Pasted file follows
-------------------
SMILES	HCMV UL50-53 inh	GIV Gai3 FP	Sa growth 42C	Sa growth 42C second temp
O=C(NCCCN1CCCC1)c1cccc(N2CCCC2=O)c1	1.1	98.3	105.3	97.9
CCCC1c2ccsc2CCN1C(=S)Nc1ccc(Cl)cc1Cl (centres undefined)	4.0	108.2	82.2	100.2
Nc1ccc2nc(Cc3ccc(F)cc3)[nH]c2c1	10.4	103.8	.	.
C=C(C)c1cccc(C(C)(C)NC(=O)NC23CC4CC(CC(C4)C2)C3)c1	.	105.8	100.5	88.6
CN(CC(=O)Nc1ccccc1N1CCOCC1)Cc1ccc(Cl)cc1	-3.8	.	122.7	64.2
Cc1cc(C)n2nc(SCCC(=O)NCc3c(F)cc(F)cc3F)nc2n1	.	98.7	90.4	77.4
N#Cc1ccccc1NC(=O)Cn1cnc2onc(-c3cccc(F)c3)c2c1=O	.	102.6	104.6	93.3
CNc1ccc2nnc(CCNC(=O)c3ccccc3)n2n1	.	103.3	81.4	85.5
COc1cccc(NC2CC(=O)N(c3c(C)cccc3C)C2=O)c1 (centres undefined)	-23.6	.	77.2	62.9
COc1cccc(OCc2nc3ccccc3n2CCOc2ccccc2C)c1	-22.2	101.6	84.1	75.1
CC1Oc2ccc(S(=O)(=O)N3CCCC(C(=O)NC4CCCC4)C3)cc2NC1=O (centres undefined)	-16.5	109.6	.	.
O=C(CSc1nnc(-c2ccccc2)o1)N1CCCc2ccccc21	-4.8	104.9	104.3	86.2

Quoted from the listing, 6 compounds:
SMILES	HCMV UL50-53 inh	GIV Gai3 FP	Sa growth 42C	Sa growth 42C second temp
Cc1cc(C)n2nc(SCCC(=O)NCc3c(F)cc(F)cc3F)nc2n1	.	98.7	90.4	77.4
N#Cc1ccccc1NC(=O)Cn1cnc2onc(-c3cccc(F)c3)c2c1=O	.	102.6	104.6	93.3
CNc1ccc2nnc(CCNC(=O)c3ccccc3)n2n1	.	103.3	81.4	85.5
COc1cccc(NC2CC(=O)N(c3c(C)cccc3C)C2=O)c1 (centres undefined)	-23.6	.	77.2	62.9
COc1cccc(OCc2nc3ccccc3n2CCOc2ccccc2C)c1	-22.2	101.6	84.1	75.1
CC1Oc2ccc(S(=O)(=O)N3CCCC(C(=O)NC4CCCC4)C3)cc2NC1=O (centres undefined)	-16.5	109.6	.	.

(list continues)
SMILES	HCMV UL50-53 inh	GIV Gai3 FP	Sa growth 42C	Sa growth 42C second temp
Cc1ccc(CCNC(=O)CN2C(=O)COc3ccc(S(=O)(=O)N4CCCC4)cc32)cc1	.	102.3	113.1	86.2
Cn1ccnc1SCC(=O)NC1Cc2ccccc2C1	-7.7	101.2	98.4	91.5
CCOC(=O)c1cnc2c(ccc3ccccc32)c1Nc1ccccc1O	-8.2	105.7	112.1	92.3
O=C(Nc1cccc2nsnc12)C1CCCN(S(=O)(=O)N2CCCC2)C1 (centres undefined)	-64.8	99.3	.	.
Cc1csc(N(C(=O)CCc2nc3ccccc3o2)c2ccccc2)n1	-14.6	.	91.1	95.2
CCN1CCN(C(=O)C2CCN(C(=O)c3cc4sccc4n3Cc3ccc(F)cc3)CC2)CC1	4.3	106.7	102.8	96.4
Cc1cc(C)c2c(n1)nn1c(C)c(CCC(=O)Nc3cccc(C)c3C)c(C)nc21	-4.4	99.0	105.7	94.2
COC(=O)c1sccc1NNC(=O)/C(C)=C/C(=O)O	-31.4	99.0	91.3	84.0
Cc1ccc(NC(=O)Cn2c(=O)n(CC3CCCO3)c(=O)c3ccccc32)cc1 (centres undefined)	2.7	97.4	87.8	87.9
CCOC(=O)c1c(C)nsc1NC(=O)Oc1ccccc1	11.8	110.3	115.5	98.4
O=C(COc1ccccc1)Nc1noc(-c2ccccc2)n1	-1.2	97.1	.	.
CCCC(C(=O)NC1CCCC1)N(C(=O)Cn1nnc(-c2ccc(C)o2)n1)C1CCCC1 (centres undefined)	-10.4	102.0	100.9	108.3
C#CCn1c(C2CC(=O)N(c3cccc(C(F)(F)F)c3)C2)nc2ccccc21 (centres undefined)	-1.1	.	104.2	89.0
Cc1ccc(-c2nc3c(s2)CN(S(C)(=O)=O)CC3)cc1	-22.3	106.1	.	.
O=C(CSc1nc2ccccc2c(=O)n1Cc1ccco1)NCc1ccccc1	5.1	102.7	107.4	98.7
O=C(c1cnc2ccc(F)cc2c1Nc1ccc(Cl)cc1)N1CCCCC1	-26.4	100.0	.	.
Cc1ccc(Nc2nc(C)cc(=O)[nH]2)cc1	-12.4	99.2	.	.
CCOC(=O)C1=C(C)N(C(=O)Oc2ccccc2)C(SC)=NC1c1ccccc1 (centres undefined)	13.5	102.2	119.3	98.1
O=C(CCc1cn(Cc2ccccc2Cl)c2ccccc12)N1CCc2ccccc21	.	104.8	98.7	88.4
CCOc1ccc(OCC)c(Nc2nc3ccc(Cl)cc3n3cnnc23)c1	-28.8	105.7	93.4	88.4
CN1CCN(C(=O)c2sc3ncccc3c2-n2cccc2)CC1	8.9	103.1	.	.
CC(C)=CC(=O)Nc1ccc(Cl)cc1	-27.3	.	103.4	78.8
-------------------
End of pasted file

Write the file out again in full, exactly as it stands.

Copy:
SMILES	HCMV UL50-53 inh	GIV Gai3 FP	Sa growth 42C	Sa growth 42C second temp
O=C(NCCCN1CCCC1)c1cccc(N2CCCC2=O)c1	1.1	98.3	105.3	97.9
CCCC1c2ccsc2CCN1C(=S)Nc1ccc(Cl)cc1Cl (centres undefined)	4.0	108.2	82.2	100.2
Nc1ccc2nc(Cc3ccc(F)cc3)[nH]c2c1	10.4	103.8	.	.
C=C(C)c1cccc(C(C)(C)NC(=O)NC23CC4CC(CC(C4)C2)C3)c1	.	105.8	100.5	88.6
CN(CC(=O)Nc1ccccc1N1CCOCC1)Cc1ccc(Cl)cc1	-3.8	.	122.7	64.2
Cc1cc(C)n2nc(SCCC(=O)NCc3c(F)cc(F)cc3F)nc2n1	.	98.7	90.4	77.4
N#Cc1ccccc1NC(=O)Cn1cnc2onc(-c3cccc(F)c3)c2c1=O	.	102.6	104.6	93.3
CNc1ccc2nnc(CCNC(=O)c3ccccc3)n2n1	.	103.3	81.4	85.5
COc1cccc(NC2CC(=O)N(c3c(C)cccc3C)C2=O)c1 (centres undefined)	-23.6	.	77.2	62.9
COc1cccc(OCc2nc3ccccc3n2CCOc2ccccc2C)c1	-22.2	101.6	84.1	75.1
CC1Oc2ccc(S(=O)(=O)N3CCCC(C(=O)NC4CCCC4)C3)cc2NC1=O (centres undefined)	-16.5	109.6	.	.
O=C(CSc1nnc(-c2ccccc2)o1)N1CCCc2ccccc21	-4.8	104.9	104.3	86.2

Quoted from the listing, 6 compounds:
SMILES	HCMV UL50-53 inh	GIV Gai3 FP	Sa growth 42C	Sa growth 42C second temp
Cc1cc(C)n2nc(SCCC(=O)NCc3c(F)cc(F)cc3F)nc2n1	.	98.7	90.4	77.4
N#Cc1ccccc1NC(=O)Cn1cnc2onc(-c3cccc(F)c3)c2c1=O	.	102.6	104.6	93.3
CNc1ccc2nnc(CCNC(=O)c3ccccc3)n2n1	.	103.3	81.4	85.5
COc1cccc(NC2CC(=O)N(c3c(C)cccc3C)C2=O)c1 (centres undefined)	-23.6	.	77.2	62.9
COc1cccc(OCc2nc3ccccc3n2CCOc2ccccc2C)c1	-22.2	101.6	84.1	75.1
CC1Oc2ccc(S(=O)(=O)N3CCCC(C(=O)NC4CCCC4)C3)cc2NC1=O (centres undefined)	-16.5	109.6	.	.

(list continues)
SMILES	HCMV UL50-53 inh	GIV Gai3 FP	Sa growth 42C	Sa growth 42C second temp
Cc1ccc(CCNC(=O)CN2C(=O)COc3ccc(S(=O)(=O)N4CCCC4)cc32)cc1	.	102.3	113.1	86.2
Cn1ccnc1SCC(=O)NC1Cc2ccccc2C1	-7.7	101.2	98.4	91.5
CCOC(=O)c1cnc2c(ccc3ccccc32)c1Nc1ccccc1O	-8.2	105.7	112.1	92.3
O=C(Nc1cccc2nsnc12)C1CCCN(S(=O)(=O)N2CCCC2)C1 (centres undefined)	-64.8	99.3	.	.
Cc1csc(N(C(=O)CCc2nc3ccccc3o2)c2ccccc2)n1	-14.6	.	91.1	95.2
CCN1CCN(C(=O)C2CCN(C(=O)c3cc4sccc4n3Cc3ccc(F)cc3)CC2)CC1	4.3	106.7	102.8	96.4
Cc1cc(C)c2c(n1)nn1c(C)c(CCC(=O)Nc3cccc(C)c3C)c(C)nc21	-4.4	99.0	105.7	94.2
COC(=O)c1sccc1NNC(=O)/C(C)=C/C(=O)O	-31.4	99.0	91.3	84.0
Cc1ccc(NC(=O)Cn2c(=O)n(CC3CCCO3)c(=O)c3ccccc32)cc1 (centres undefined)	2.7	97.4	87.8	87.9
CCOC(=O)c1c(C)nsc1NC(=O)Oc1ccccc1	11.8	110.3	115.5	98.4
O=C(COc1ccccc1)Nc1noc(-c2ccccc2)n1	-1.2	97.1	.	.
CCCC(C(=O)NC1CCCC1)N(C(=O)Cn1nnc(-c2ccc(C)o2)n1)C1CCCC1 (centres undefined)	-10.4	102.0	100.9	108.3
C#CCn1c(C2CC(=O)N(c3cccc(C(F)(F)F)c3)C2)nc2ccccc21 (centres undefined)	-1.1	.	104.2	89.0
Cc1ccc(-c2nc3c(s2)CN(S(C)(=O)=O)CC3)cc1	-22.3	106.1	.	.
O=C(CSc1nc2ccccc2c(=O)n1Cc1ccco1)NCc1ccccc1	5.1	102.7	107.4	98.7
O=C(c1cnc2ccc(F)cc2c1Nc1ccc(Cl)cc1)N1CCCCC1	-26.4	100.0	.	.
Cc1ccc(Nc2nc(C)cc(=O)[nH]2)cc1	-12.4	99.2	.	.
CCOC(=O)C1=C(C)N(C(=O)Oc2ccccc2)C(SC)=NC1c1ccccc1 (centres undefined)	13.5	102.2	119.3	98.1
O=C(CCc1cn(Cc2ccccc2Cl)c2ccccc12)N1CCc2ccccc21	.	104.8	98.7	88.4
CCOc1ccc(OCC)c(Nc2nc3ccc(Cl)cc3n3cnnc23)c1	-28.8	105.7	93.4	88.4
CN1CCN(C(=O)c2sc3ncccc3c2-n2cccc2)CC1	8.9	103.1	.	.
CC(C)=CC(=O)Nc1ccc(Cl)cc1	-27.3	.	103.4	78.8